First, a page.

Strange Tales for the Summer
By Marc Glassman
Leos Carax, director
Ron and Russell Mael and Leos Carax, script
Ron and Russell Mael, music
Starring: Adam Driver (Henry McHenry), Marion Cotillard (Ann), Simon Helberg (The Conductor), Devyn McDowell (Annette)
Now broadcasting on Amazon Prime
Annette is one of the most bizarre and fascinating films of the year. It’s a rock opera in which a controversial performance artist named Henry McHenry, played in mesmerizing fashion by Adam Driver, falls in love with, marries and then loses the love of his life, Ann (played wonderfully by Marion Cotillard), an opera singer. Their relationship was labelled “Beauty and the Bastard” by the media and that dire prediction plays out in the film. Before she dies, Ann has a child named Annette, who is mainly played by a puppet until a young actress, Devyn McDowell, replaces her for a devastating denouement. Any lover of opera can see the bold outlines of its typically tragic narrative, but the music is rock, and the direction is by the astonishing Leos Carax (Holy Motors, Pola X), whose films are brilliant and always controversial. Annette was always going to be challenging since it’s a rock opera—but, of course, the film’s creators have made it even more complicated to totally comprehend and enjoy.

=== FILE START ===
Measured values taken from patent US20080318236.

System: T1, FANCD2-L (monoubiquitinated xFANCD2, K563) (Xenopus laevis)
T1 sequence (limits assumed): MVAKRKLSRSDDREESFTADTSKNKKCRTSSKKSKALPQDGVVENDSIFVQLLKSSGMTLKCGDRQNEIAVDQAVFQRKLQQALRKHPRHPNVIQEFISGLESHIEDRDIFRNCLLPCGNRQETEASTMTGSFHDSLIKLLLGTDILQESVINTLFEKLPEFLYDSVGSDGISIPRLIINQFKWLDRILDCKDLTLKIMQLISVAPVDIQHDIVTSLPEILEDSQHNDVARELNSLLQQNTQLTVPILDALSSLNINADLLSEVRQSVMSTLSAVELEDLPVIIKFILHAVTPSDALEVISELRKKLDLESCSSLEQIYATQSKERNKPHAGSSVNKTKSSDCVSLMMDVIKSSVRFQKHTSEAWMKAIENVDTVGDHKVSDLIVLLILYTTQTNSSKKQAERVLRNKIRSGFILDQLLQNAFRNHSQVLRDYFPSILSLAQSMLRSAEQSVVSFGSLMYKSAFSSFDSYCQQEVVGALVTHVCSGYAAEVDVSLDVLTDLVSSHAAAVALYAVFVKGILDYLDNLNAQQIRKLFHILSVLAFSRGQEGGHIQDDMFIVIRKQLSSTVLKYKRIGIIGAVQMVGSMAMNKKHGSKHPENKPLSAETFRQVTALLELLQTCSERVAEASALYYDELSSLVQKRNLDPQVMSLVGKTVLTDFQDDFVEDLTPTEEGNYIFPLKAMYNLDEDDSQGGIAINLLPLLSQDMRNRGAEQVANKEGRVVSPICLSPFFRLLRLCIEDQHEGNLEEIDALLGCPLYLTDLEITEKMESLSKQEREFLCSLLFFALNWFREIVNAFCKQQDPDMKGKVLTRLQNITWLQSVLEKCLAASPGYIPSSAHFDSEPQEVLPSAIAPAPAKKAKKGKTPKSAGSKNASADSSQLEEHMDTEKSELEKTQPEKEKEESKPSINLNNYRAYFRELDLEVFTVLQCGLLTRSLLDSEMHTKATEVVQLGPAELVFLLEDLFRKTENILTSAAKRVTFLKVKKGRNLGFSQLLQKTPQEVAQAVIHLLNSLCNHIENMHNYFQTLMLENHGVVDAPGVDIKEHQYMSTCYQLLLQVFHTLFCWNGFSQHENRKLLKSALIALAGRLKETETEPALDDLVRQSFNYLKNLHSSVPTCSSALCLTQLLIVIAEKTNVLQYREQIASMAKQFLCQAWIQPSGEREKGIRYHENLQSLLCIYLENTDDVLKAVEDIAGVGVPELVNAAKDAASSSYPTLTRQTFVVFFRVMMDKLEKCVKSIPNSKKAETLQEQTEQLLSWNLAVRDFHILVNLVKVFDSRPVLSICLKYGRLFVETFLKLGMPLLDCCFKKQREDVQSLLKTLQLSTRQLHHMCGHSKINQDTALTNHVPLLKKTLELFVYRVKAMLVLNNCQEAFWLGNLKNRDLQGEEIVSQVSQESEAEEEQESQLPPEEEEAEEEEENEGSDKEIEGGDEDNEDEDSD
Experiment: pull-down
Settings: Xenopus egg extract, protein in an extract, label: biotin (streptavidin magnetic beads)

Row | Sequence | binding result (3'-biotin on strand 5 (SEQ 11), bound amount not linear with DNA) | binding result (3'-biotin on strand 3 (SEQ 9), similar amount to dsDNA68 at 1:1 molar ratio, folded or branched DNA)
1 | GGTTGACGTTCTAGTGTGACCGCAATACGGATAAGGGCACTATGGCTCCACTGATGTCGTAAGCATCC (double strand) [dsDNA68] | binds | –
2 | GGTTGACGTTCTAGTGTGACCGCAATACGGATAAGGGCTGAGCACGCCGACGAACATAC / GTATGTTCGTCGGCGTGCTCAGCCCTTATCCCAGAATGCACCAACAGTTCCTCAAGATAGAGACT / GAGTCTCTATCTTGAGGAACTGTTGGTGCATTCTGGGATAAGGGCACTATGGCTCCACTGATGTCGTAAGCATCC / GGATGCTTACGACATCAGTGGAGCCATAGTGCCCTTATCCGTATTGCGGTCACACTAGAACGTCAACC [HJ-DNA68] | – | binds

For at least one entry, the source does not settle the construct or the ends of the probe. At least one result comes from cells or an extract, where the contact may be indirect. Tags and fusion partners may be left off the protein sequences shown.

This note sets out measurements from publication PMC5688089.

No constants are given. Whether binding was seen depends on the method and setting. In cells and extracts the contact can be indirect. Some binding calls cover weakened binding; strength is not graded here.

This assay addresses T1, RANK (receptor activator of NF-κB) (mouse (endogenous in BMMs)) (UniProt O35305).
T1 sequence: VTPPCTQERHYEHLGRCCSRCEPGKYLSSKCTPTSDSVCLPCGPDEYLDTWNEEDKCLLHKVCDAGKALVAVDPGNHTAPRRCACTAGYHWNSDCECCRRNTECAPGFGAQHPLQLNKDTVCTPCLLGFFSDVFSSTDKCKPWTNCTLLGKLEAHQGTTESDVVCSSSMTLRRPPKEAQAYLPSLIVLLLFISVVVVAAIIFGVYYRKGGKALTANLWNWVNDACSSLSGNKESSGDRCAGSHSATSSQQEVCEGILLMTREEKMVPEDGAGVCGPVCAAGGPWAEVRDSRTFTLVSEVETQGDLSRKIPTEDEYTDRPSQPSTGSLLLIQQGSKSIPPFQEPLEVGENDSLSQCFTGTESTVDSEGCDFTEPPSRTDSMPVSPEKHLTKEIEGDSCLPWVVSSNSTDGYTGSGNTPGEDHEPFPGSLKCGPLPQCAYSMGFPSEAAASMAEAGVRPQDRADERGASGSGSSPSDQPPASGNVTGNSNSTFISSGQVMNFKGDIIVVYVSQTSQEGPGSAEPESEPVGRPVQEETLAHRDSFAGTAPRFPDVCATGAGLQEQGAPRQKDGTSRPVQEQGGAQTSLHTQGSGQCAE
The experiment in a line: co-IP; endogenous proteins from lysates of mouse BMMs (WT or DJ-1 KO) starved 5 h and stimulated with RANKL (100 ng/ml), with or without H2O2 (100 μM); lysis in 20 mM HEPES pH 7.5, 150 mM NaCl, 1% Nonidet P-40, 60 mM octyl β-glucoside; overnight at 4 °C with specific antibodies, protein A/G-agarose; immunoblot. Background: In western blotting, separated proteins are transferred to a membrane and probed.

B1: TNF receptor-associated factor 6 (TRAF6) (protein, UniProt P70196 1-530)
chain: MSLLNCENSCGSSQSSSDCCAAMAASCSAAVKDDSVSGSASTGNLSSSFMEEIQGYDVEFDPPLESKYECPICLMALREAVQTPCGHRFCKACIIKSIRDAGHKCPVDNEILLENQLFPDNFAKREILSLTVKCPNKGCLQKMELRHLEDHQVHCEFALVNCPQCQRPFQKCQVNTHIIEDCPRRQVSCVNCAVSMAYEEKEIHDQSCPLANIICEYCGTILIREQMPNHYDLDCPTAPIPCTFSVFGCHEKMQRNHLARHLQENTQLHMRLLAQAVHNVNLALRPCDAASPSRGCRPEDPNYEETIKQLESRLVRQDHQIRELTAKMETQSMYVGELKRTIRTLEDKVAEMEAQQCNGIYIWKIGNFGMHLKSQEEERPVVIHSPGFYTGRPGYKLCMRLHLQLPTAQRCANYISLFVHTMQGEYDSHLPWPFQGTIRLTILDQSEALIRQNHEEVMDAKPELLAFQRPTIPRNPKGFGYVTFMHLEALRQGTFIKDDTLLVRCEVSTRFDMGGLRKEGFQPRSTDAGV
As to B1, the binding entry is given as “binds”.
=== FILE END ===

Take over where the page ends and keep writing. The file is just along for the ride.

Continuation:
Rock operas are inherently strange since rock is best enjoyed in two and a half minutes and opera in two and a half hours. Some have worked—Tommy, Ziggy Stardust, Jesus Christ Superstar to name three—but most have been overly pretentious and badly composed. Ever hear of any of these: Days of Rising Doom, The Earth Sings Mi Fa Mi, The Last Temptation, Maggots, My Arms, Your Hearse? Can’t say for sure, but we may be better off without ever listening to them. But that doesn’t mean that we should dismiss all rock operas.
Annette is, of course, the most highly anticipated rock opera in years since it’s the creation of Carax and the Sparks Brothers, aka Ron and Russell Mael. The subjects of Edgar Wright’s documentary released earlier this summer, the Sparks Brothers are singers and composers who love to create work that relies on bizarre storylines and baroque characterizations. Though American, they’re often mistaken for being British and their rock cabaret styling over the years resembles the work of David Bowie, Pete Townsend of the Who and Ray Davies of the Kinks. Their collaboration with Carax was always going to be exciting and divisive yet appropriate for an attempt at a making a new rock opera.